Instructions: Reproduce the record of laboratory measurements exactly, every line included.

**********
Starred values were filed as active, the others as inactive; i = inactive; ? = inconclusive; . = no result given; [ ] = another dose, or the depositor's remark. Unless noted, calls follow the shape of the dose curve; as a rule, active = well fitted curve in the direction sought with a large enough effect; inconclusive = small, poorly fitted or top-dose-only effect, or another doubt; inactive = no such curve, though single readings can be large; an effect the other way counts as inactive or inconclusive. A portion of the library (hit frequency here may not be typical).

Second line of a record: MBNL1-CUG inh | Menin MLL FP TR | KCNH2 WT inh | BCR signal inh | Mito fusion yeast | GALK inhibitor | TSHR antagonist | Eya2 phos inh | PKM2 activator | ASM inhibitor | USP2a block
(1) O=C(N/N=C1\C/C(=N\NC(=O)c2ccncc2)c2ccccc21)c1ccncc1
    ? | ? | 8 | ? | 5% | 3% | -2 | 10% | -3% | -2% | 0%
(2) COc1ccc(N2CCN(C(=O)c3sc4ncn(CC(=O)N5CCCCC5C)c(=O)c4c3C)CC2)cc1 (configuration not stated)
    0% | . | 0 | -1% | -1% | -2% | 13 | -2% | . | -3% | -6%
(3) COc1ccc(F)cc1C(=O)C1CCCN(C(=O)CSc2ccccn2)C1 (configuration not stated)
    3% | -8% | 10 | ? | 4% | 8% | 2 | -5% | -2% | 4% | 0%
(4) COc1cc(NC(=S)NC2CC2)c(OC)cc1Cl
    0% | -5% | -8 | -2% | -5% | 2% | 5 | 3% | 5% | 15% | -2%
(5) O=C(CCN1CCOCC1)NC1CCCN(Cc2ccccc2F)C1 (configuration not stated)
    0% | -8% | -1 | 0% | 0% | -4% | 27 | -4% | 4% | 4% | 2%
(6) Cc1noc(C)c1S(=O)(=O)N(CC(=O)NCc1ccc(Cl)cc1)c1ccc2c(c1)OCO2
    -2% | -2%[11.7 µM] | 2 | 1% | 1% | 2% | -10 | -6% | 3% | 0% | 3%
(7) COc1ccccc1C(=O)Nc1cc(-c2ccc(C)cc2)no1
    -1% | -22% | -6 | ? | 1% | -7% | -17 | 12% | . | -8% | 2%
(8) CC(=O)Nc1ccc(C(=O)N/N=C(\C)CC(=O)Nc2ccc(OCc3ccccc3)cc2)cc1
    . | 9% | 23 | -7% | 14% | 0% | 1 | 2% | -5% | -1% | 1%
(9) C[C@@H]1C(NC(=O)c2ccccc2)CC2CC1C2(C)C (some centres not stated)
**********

Starred values were filed as active, the others as inactive; i = inactive; ? = inconclusive; . = no result given; [ ] = another dose, or the depositor's remark. Unless noted, calls follow the shape of the dose curve; as a rule, active = well fitted curve in the direction sought with a large enough effect; inconclusive = small, poorly fitted or top-dose-only effect, or another doubt; inactive = no such curve, though single readings can be large; an effect the other way counts as inactive or inconclusive. A portion of the library (hit frequency here may not be typical).

Second line of a record: MBNL1-CUG inh | Menin MLL FP TR | KCNH2 WT inh | BCR signal inh | Mito fusion yeast | GALK inhibitor | TSHR antagonist | Eya2 phos inh | PKM2 activator | ASM inhibitor | USP2a block
(1) O=C(N/N=C1\C/C(=N\NC(=O)c2ccncc2)c2ccccc21)c1ccncc1
    ? | ? | 8 | ? | 5% | 3% | -2 | 10% | -3% | -2% | 0%
(2) COc1ccc(N2CCN(C(=O)c3sc4ncn(CC(=O)N5CCCCC5C)c(=O)c4c3C)CC2)cc1 (configuration not stated)
    0% | . | 0 | -1% | -1% | -2% | 13 | -2% | . | -3% | -6%
(3) COc1ccc(F)cc1C(=O)C1CCCN(C(=O)CSc2ccccn2)C1 (configuration not stated)
    3% | -8% | 10 | ? | 4% | 8% | 2 | -5% | -2% | 4% | 0%
(4) COc1cc(NC(=S)NC2CC2)c(OC)cc1Cl
    0% | -5% | -8 | -2% | -5% | 2% | 5 | 3% | 5% | 15% | -2%
(5) O=C(CCN1CCOCC1)NC1CCCN(Cc2ccccc2F)C1 (configuration not stated)
    0% | -8% | -1 | 0% | 0% | -4% | 27 | -4% | 4% | 4% | 2%
(6) Cc1noc(C)c1S(=O)(=O)N(CC(=O)NCc1ccc(Cl)cc1)c1ccc2c(c1)OCO2
    -2% | -2%[11.7 µM] | 2 | 1% | 1% | 2% | -10 | -6% | 3% | 0% | 3%
(7) COc1ccccc1C(=O)Nc1cc(-c2ccc(C)cc2)no1
    -1% | -22% | -6 | ? | 1% | -7% | -17 | 12% | . | -8% | 2%
(8) CC(=O)Nc1ccc(C(=O)N/N=C(\C)CC(=O)Nc2ccc(OCc3ccccc3)cc2)cc1
    . | 9% | 23 | -7% | 14% | 0% | 1 | 2% | -5% | -1% | 1%
(9) C[C@@H]1C(NC(=O)c2ccccc2)CC2CC1C2(C)C (some centres not stated)